The Health Care Reform and Reconciliations Bill signed into law by President Obama will vastly change how care is delivered, purchased, consumed and taxed over a lifecyle that begins for plans with anniversary dates as early as October 1, 2010 through 2018. While the media has been quick to report the 100 million dollar plus charges of company's like AT&T and Catepillar, these reflect hits to earnings as a result of a loss of a tax benefit for covering seniors under their drug plans instead of through Medicare Part D. For most employers who do not offer coverage for inactive employees, the question is often how and when will this bill cost my company. There will be three primary costs a company can expect to pay under this bill:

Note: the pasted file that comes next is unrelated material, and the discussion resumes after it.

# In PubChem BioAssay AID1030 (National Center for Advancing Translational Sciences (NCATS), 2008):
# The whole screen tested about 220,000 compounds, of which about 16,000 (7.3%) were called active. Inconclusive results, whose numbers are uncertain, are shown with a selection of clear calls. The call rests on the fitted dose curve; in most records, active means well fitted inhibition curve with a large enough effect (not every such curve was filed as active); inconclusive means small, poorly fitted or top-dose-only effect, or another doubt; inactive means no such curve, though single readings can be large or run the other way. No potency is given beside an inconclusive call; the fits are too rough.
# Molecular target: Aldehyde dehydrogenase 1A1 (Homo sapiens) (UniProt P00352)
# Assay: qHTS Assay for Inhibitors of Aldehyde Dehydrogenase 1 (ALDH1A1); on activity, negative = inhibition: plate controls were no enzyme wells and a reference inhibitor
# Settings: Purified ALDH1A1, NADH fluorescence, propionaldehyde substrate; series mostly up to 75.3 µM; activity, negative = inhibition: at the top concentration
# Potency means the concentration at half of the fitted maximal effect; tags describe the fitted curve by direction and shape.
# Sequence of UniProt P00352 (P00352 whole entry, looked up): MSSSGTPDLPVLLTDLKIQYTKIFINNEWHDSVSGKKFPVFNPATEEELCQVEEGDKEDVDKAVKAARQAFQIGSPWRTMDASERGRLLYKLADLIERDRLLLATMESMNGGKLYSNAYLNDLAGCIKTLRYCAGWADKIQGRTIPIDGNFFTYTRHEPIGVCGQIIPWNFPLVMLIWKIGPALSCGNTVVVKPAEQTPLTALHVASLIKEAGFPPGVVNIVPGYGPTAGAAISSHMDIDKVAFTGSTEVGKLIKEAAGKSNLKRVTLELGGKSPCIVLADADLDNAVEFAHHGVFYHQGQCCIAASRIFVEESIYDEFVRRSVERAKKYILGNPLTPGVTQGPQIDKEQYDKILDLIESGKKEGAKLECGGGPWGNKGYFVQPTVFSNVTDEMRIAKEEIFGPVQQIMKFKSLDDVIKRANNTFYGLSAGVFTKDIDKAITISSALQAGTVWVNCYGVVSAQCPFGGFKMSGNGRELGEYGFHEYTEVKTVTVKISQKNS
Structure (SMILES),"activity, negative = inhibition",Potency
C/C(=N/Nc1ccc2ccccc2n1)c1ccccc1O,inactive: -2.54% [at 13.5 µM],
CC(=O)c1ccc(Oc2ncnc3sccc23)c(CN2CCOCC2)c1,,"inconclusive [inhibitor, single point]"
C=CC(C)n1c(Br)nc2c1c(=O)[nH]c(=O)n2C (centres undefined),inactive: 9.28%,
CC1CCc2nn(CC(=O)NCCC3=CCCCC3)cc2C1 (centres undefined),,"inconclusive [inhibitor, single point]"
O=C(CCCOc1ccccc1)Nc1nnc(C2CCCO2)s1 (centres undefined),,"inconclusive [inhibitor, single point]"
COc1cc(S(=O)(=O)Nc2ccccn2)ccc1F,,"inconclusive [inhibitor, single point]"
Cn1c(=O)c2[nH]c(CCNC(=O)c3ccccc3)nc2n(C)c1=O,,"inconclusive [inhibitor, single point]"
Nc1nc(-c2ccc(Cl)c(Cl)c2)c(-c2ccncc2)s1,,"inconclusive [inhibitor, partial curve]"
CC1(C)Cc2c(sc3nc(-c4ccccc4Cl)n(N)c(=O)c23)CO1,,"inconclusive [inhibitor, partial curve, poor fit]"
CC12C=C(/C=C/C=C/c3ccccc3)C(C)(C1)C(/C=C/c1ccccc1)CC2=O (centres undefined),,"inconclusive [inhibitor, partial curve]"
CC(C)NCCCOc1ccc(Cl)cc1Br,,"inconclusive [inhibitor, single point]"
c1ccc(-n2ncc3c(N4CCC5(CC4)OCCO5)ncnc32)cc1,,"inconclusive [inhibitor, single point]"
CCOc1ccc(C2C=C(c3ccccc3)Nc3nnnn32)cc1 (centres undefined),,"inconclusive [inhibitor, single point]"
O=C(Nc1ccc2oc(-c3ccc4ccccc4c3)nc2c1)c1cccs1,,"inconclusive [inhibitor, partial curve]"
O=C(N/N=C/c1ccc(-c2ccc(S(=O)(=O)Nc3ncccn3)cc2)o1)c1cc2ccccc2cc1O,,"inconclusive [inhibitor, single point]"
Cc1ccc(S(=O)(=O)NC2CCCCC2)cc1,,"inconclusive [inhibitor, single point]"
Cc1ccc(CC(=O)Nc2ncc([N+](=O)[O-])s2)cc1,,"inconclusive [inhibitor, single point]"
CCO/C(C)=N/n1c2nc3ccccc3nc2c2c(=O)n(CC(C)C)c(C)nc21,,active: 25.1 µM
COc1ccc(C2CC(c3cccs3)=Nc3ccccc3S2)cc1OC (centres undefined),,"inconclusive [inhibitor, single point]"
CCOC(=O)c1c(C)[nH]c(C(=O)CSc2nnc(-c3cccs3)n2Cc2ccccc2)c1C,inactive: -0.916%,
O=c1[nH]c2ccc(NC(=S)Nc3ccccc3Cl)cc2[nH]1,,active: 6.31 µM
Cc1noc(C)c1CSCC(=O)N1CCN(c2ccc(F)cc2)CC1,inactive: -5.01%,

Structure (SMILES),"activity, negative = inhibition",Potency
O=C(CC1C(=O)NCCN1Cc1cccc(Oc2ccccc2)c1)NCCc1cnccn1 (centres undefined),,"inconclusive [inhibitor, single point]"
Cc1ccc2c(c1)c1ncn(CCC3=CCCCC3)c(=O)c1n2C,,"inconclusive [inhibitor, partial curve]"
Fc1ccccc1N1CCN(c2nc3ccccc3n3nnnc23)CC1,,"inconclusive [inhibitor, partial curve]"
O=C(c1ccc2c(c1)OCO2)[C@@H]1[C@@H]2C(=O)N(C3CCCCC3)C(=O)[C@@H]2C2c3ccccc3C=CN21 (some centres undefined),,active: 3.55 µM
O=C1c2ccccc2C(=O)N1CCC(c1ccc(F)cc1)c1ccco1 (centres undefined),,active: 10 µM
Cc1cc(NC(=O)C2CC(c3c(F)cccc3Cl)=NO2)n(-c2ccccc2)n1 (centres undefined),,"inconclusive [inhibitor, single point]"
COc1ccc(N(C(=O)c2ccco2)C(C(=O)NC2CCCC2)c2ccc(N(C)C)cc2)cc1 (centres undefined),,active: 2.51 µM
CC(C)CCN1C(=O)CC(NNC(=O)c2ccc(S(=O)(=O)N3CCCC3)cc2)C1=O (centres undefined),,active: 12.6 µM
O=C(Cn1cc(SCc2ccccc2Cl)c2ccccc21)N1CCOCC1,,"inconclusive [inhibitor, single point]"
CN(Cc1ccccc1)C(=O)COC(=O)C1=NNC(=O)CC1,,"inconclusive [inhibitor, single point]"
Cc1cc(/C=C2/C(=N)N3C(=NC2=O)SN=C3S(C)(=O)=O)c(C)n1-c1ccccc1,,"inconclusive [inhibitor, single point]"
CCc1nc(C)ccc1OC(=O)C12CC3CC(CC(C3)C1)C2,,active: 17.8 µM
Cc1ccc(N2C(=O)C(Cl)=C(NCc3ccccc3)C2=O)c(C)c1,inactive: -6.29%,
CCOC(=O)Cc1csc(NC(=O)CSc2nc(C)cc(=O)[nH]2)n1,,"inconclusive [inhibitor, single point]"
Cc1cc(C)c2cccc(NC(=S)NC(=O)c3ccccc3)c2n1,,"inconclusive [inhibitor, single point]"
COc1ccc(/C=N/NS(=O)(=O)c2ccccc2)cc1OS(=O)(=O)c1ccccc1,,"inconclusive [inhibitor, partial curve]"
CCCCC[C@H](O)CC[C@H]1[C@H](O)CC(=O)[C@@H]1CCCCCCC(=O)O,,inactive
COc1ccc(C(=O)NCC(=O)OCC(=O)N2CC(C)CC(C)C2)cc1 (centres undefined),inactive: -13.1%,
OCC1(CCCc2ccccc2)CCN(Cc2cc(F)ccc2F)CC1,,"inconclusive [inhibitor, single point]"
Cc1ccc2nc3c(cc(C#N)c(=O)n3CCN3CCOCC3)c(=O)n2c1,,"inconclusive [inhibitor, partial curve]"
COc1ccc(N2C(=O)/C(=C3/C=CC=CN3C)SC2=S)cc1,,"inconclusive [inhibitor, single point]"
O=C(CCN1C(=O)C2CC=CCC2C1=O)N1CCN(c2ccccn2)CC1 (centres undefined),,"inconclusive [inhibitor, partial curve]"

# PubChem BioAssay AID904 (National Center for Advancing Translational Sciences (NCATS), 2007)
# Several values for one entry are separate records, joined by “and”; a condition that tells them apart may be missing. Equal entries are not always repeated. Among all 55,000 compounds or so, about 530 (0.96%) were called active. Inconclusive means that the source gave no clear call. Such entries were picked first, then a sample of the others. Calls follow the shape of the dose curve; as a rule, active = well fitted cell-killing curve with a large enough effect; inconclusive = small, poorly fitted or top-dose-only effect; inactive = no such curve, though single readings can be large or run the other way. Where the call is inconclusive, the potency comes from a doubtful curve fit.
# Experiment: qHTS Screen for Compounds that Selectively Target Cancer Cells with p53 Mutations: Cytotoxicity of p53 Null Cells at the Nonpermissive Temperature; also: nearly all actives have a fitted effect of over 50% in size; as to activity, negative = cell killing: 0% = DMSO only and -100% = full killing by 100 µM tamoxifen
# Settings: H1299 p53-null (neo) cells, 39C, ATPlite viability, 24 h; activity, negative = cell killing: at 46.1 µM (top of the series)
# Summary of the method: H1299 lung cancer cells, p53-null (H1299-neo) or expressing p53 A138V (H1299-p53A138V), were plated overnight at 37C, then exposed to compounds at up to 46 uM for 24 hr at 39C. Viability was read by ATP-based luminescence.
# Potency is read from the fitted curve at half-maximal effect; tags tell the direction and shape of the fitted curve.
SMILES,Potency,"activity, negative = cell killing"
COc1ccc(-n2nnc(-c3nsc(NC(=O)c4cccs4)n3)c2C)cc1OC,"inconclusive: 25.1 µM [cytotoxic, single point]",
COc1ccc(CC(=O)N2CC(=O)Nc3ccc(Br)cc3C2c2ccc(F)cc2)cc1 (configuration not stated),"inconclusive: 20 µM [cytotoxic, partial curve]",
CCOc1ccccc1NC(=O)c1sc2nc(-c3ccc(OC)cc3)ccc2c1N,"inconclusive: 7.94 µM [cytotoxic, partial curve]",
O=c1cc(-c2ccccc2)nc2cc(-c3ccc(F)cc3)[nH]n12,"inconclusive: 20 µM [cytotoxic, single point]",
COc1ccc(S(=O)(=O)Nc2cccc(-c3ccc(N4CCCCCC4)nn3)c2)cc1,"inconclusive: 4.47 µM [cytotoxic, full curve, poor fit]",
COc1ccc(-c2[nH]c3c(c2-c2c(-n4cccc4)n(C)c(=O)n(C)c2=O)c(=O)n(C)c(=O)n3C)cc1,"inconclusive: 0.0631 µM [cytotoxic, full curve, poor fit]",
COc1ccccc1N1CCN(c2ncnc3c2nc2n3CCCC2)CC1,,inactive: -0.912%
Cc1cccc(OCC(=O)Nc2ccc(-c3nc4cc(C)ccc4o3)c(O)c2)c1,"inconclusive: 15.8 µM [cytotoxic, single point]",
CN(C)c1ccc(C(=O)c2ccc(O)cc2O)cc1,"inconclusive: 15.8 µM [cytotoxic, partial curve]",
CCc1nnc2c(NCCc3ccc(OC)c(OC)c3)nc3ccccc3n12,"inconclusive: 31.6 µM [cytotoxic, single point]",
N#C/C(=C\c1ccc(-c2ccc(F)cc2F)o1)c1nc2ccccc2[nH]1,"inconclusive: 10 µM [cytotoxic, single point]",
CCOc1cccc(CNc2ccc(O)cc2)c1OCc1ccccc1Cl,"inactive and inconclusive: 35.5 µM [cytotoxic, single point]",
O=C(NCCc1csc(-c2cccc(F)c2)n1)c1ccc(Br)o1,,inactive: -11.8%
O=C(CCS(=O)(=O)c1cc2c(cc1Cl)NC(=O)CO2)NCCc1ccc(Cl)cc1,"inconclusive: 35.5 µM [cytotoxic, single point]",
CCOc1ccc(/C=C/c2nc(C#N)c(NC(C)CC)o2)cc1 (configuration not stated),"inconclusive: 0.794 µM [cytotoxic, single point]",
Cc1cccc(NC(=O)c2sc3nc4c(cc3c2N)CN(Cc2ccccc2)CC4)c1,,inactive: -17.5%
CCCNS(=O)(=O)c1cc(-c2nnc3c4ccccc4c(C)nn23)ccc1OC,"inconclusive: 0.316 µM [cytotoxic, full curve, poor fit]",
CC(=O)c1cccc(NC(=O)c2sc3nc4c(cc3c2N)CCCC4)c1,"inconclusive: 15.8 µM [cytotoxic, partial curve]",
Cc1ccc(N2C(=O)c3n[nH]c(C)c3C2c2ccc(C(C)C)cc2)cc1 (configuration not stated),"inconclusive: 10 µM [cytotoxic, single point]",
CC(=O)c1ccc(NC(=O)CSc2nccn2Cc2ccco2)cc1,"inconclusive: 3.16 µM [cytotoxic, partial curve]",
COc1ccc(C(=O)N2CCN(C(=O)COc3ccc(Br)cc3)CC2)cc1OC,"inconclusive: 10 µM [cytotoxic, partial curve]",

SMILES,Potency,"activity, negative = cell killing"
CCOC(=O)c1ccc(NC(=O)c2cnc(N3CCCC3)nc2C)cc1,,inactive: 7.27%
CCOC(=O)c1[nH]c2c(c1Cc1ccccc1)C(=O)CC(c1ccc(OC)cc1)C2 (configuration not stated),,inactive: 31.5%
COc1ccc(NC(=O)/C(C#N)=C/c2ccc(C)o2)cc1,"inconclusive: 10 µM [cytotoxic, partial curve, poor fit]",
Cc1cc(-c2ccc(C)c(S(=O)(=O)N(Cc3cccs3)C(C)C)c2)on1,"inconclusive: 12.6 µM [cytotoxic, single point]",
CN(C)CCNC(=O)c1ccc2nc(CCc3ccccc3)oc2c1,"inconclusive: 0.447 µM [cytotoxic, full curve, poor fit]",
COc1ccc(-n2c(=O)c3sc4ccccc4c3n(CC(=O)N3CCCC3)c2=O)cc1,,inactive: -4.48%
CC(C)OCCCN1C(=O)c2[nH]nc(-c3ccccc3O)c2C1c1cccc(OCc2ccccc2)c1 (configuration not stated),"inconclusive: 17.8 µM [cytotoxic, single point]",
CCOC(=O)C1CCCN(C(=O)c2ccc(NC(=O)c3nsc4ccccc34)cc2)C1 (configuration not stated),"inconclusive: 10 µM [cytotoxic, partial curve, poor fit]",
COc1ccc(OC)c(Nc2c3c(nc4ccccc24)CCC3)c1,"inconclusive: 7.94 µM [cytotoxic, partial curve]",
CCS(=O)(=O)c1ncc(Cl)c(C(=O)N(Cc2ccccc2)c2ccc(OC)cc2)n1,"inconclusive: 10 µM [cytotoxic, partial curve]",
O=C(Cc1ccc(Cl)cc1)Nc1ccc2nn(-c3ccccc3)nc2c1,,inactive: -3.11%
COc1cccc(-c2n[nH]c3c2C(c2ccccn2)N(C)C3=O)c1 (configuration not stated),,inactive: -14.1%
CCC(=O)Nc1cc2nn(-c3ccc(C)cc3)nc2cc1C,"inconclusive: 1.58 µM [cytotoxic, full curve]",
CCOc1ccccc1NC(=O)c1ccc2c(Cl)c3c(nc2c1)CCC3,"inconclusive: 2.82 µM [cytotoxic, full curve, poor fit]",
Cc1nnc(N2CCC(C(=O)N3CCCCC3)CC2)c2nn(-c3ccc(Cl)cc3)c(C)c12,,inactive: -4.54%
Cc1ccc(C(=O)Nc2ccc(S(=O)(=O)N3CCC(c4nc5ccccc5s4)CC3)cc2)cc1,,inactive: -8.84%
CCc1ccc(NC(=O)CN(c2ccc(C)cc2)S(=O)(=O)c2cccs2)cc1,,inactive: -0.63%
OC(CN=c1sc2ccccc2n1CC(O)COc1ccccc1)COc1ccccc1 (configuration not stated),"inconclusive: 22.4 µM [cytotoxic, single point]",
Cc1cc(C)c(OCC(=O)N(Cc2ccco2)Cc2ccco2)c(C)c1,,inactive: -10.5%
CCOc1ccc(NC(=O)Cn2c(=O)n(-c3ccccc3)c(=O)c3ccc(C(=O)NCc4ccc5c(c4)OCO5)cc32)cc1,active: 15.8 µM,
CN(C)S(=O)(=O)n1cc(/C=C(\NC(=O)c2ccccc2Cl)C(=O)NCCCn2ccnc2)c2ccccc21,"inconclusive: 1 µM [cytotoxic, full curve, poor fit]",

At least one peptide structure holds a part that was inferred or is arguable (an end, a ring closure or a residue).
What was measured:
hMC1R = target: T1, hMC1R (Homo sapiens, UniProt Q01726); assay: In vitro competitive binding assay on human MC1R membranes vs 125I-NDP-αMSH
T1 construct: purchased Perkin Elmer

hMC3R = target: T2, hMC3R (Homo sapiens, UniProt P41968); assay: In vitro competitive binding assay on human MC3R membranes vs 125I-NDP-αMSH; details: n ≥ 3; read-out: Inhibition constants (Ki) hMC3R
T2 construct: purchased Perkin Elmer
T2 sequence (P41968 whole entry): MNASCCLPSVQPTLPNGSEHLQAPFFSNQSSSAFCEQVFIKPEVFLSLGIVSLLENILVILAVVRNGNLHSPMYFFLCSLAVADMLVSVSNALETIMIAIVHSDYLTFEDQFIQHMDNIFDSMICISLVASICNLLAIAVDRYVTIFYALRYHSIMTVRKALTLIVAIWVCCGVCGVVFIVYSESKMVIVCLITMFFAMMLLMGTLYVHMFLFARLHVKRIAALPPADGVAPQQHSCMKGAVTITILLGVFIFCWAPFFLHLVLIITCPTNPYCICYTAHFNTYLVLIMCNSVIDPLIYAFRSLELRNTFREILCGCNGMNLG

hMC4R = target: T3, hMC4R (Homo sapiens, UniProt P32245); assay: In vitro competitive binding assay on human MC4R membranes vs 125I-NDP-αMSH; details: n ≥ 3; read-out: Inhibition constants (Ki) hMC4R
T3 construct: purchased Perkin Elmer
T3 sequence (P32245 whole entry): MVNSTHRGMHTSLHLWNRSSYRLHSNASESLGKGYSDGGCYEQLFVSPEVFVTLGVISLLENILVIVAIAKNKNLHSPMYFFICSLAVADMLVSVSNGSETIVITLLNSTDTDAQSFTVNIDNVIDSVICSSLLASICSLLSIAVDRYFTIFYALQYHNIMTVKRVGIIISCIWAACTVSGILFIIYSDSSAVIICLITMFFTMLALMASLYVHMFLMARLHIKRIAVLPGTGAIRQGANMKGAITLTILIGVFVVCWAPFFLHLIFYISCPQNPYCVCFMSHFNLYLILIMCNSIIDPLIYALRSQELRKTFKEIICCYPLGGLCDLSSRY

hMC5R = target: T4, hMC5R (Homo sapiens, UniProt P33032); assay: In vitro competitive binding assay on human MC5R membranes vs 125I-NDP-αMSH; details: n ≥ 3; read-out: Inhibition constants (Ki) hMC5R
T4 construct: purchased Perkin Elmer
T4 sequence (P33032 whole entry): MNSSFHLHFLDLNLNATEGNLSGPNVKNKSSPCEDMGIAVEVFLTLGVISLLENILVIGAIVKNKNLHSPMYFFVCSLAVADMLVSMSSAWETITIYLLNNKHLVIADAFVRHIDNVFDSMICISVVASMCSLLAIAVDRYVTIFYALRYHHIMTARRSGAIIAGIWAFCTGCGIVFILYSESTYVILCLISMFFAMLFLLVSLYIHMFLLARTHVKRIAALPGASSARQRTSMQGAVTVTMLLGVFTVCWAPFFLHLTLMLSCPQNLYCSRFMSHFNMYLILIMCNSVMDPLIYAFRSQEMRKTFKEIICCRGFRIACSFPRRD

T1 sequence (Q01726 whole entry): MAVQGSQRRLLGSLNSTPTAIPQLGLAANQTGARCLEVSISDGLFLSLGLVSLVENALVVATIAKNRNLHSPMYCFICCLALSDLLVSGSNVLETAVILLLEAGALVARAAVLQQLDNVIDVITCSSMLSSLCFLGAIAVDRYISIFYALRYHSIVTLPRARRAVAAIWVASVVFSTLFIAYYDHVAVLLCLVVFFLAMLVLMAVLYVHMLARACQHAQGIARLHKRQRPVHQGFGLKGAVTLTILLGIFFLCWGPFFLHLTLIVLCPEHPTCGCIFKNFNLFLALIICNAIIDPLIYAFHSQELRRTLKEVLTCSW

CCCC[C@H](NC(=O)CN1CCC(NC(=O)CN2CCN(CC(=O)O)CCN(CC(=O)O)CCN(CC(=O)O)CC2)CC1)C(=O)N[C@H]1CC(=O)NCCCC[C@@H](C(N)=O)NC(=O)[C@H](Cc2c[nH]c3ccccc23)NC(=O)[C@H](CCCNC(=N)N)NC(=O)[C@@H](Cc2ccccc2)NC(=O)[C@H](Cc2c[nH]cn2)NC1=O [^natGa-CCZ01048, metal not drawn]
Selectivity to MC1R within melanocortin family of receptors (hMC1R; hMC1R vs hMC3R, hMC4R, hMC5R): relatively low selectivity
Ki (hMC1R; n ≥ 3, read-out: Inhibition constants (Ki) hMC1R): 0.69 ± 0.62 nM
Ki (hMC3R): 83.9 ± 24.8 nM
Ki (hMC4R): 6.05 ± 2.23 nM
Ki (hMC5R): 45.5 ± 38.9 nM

1. Benefit Adjustments - As the government will soon require bans on lifetime maximums and coverage for dependents up to age 26 (regardless of student status), there will be underwriting adjustments that will impact health premiums. These adjustments will impact plans with anniversaries of October 1, 2010 or later.
2. Communication Expenses - With the complexity of this bill, expect to invest more in your corporate communications or rely more heavily on firms like mine. In 2014, certain employees will have the option of electing coverage under the state exchanges. Let's all look forward to explaining family income limits and federal poverty levels, state exchanges and medicaid choices in an open enrollment meeting that will boggle the mind.
3. Compliance & Reporting Costs - These charges will be the actuarial and filing expenses your company must now pay to adhere to the new federal regulations. In the same way that Sarbanes Oxley made it more expensive to be a public company, there will be federal reporting and disclosure costs for all employers.
Click here for a year by year report of the major changes the reform will bring.